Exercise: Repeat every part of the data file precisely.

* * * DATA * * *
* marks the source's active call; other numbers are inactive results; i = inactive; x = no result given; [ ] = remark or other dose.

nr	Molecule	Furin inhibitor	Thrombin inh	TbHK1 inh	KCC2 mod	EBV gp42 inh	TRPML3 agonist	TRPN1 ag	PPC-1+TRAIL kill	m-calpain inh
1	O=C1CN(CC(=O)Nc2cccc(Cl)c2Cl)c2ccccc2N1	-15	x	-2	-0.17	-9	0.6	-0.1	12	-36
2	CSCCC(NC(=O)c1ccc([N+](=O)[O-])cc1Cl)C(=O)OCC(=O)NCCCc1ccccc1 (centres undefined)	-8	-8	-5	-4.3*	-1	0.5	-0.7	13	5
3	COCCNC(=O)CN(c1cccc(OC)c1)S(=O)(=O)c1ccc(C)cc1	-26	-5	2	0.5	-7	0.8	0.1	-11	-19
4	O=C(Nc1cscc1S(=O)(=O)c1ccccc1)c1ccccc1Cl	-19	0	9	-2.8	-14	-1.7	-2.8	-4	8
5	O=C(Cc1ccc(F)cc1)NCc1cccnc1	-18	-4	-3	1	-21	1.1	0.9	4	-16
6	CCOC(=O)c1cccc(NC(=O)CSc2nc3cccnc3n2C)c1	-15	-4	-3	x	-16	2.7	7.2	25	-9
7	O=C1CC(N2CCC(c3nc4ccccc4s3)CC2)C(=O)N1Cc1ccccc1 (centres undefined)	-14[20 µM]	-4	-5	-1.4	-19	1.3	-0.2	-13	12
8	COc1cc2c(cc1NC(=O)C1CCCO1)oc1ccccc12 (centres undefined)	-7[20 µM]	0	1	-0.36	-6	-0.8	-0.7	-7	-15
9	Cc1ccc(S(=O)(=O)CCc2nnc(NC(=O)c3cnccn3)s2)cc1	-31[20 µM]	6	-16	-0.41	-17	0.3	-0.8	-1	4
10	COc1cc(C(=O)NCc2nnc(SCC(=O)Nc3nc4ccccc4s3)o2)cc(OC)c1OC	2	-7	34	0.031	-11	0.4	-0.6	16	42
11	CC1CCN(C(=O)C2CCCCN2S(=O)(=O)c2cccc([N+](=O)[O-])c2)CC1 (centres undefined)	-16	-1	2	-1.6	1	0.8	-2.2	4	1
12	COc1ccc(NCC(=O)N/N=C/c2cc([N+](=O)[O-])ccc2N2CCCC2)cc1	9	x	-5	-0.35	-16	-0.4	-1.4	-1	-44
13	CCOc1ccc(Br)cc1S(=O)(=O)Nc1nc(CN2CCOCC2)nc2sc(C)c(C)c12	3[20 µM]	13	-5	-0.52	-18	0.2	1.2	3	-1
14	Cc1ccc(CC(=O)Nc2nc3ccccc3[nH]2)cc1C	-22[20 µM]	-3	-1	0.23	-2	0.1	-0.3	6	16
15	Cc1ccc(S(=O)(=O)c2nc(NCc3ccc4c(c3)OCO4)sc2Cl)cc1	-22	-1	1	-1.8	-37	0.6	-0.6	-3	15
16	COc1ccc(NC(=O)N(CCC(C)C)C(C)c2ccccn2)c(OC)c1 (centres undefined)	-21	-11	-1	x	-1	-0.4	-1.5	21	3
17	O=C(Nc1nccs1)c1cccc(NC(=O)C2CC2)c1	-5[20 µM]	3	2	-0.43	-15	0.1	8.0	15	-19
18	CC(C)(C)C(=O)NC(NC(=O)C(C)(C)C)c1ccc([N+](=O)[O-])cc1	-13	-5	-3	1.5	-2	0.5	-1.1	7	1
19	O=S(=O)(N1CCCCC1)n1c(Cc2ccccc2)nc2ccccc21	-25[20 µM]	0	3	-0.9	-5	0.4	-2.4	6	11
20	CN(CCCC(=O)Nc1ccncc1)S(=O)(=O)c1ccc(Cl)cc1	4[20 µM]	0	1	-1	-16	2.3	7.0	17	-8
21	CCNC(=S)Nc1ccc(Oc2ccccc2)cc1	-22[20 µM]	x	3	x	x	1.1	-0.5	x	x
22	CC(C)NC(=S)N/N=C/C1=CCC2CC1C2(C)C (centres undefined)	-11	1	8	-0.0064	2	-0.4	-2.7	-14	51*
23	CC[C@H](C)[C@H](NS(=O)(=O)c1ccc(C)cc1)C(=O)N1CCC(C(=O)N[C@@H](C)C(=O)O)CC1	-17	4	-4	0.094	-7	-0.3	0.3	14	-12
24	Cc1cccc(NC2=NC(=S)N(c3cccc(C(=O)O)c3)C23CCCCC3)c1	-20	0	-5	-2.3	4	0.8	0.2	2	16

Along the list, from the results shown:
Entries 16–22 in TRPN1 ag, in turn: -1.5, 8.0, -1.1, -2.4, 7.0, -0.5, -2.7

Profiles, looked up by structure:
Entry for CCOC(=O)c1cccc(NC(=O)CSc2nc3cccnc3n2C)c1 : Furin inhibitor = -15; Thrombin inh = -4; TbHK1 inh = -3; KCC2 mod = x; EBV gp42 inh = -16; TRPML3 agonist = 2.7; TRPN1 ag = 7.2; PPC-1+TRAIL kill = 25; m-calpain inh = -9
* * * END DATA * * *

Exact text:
* marks the source's active call; other numbers are inactive results; i = inactive; x = no result given; [ ] = remark or other dose.

nr	Molecule	Furin inhibitor	Thrombin inh	TbHK1 inh	KCC2 mod	EBV gp42 inh	TRPML3 agonist	TRPN1 ag	PPC-1+TRAIL kill	m-calpain inh
1	O=C1CN(CC(=O)Nc2cccc(Cl)c2Cl)c2ccccc2N1	-15	x	-2	-0.17	-9	0.6	-0.1	12	-36
2	CSCCC(NC(=O)c1ccc([N+](=O)[O-])cc1Cl)C(=O)OCC(=O)NCCCc1ccccc1 (centres undefined)	-8	-8	-5	-4.3*	-1	0.5	-0.7	13	5
3	COCCNC(=O)CN(c1cccc(OC)c1)S(=O)(=O)c1ccc(C)cc1	-26	-5	2	0.5	-7	0.8	0.1	-11	-19
4	O=C(Nc1cscc1S(=O)(=O)c1ccccc1)c1ccccc1Cl	-19	0	9	-2.8	-14	-1.7	-2.8	-4	8
5	O=C(Cc1ccc(F)cc1)NCc1cccnc1	-18	-4	-3	1	-21	1.1	0.9	4	-16
6	CCOC(=O)c1cccc(NC(=O)CSc2nc3cccnc3n2C)c1	-15	-4	-3	x	-16	2.7	7.2	25	-9
7	O=C1CC(N2CCC(c3nc4ccccc4s3)CC2)C(=O)N1Cc1ccccc1 (centres undefined)	-14[20 µM]	-4	-5	-1.4	-19	1.3	-0.2	-13	12
8	COc1cc2c(cc1NC(=O)C1CCCO1)oc1ccccc12 (centres undefined)	-7[20 µM]	0	1	-0.36	-6	-0.8	-0.7	-7	-15
9	Cc1ccc(S(=O)(=O)CCc2nnc(NC(=O)c3cnccn3)s2)cc1	-31[20 µM]	6	-16	-0.41	-17	0.3	-0.8	-1	4
10	COc1cc(C(=O)NCc2nnc(SCC(=O)Nc3nc4ccccc4s3)o2)cc(OC)c1OC	2	-7	34	0.031	-11	0.4	-0.6	16	42
11	CC1CCN(C(=O)C2CCCCN2S(=O)(=O)c2cccc([N+](=O)[O-])c2)CC1 (centres undefined)	-16	-1	2	-1.6	1	0.8	-2.2	4	1
12	COc1ccc(NCC(=O)N/N=C/c2cc([N+](=O)[O-])ccc2N2CCCC2)cc1	9	x	-5	-0.35	-16	-0.4	-1.4	-1	-44
13	CCOc1ccc(Br)cc1S(=O)(=O)Nc1nc(CN2CCOCC2)nc2sc(C)c(C)c12	3[20 µM]	13	-5	-0.52	-18	0.2	1.2	3	-1
14	Cc1ccc(CC(=O)Nc2nc3ccccc3[nH]2)cc1C	-22[20 µM]	-3	-1	0.23	-2	0.1	-0.3	6	16
15	Cc1ccc(S(=O)(=O)c2nc(NCc3ccc4c(c3)OCO4)sc2Cl)cc1	-22	-1	1	-1.8	-37	0.6	-0.6	-3	15
16	COc1ccc(NC(=O)N(CCC(C)C)C(C)c2ccccn2)c(OC)c1 (centres undefined)	-21	-11	-1	x	-1	-0.4	-1.5	21	3
17	O=C(Nc1nccs1)c1cccc(NC(=O)C2CC2)c1	-5[20 µM]	3	2	-0.43	-15	0.1	8.0	15	-19
18	CC(C)(C)C(=O)NC(NC(=O)C(C)(C)C)c1ccc([N+](=O)[O-])cc1	-13	-5	-3	1.5	-2	0.5	-1.1	7	1
19	O=S(=O)(N1CCCCC1)n1c(Cc2ccccc2)nc2ccccc21	-25[20 µM]	0	3	-0.9	-5	0.4	-2.4	6	11
20	CN(CCCC(=O)Nc1ccncc1)S(=O)(=O)c1ccc(Cl)cc1	4[20 µM]	0	1	-1	-16	2.3	7.0	17	-8
21	CCNC(=S)Nc1ccc(Oc2ccccc2)cc1	-22[20 µM]	x	3	x	x	1.1	-0.5	x	x
22	CC(C)NC(=S)N/N=C/C1=CCC2CC1C2(C)C (centres undefined)	-11	1	8	-0.0064	2	-0.4	-2.7	-14	51*
23	CC[C@H](C)[C@H](NS(=O)(=O)c1ccc(C)cc1)C(=O)N1CCC(C(=O)N[C@@H](C)C(=O)O)CC1	-17	4	-4	0.094	-7	-0.3	0.3	14	-12
24	Cc1cccc(NC2=NC(=S)N(c3cccc(C(=O)O)c3)C23CCCCC3)c1	-20	0	-5	-2.3	4	0.8	0.2	2	16

Along the list, from the results shown:
Entries 16–22 in TRPN1 ag, in turn: -1.5, 8.0, -1.1, -2.4, 7.0, -0.5, -2.7

Profiles, looked up by structure:
Entry for CCOC(=O)c1cccc(NC(=O)CSc2nc3cccnc3n2C)c1 : Furin inhibitor = -15; Thrombin inh = -4; TbHK1 inh = -3; KCC2 mod = x; EBV gp42 inh = -16; TRPML3 agonist = 2.7; TRPN1 ag = 7.2; PPC-1+TRAIL kill = 25; m-calpain inh = -9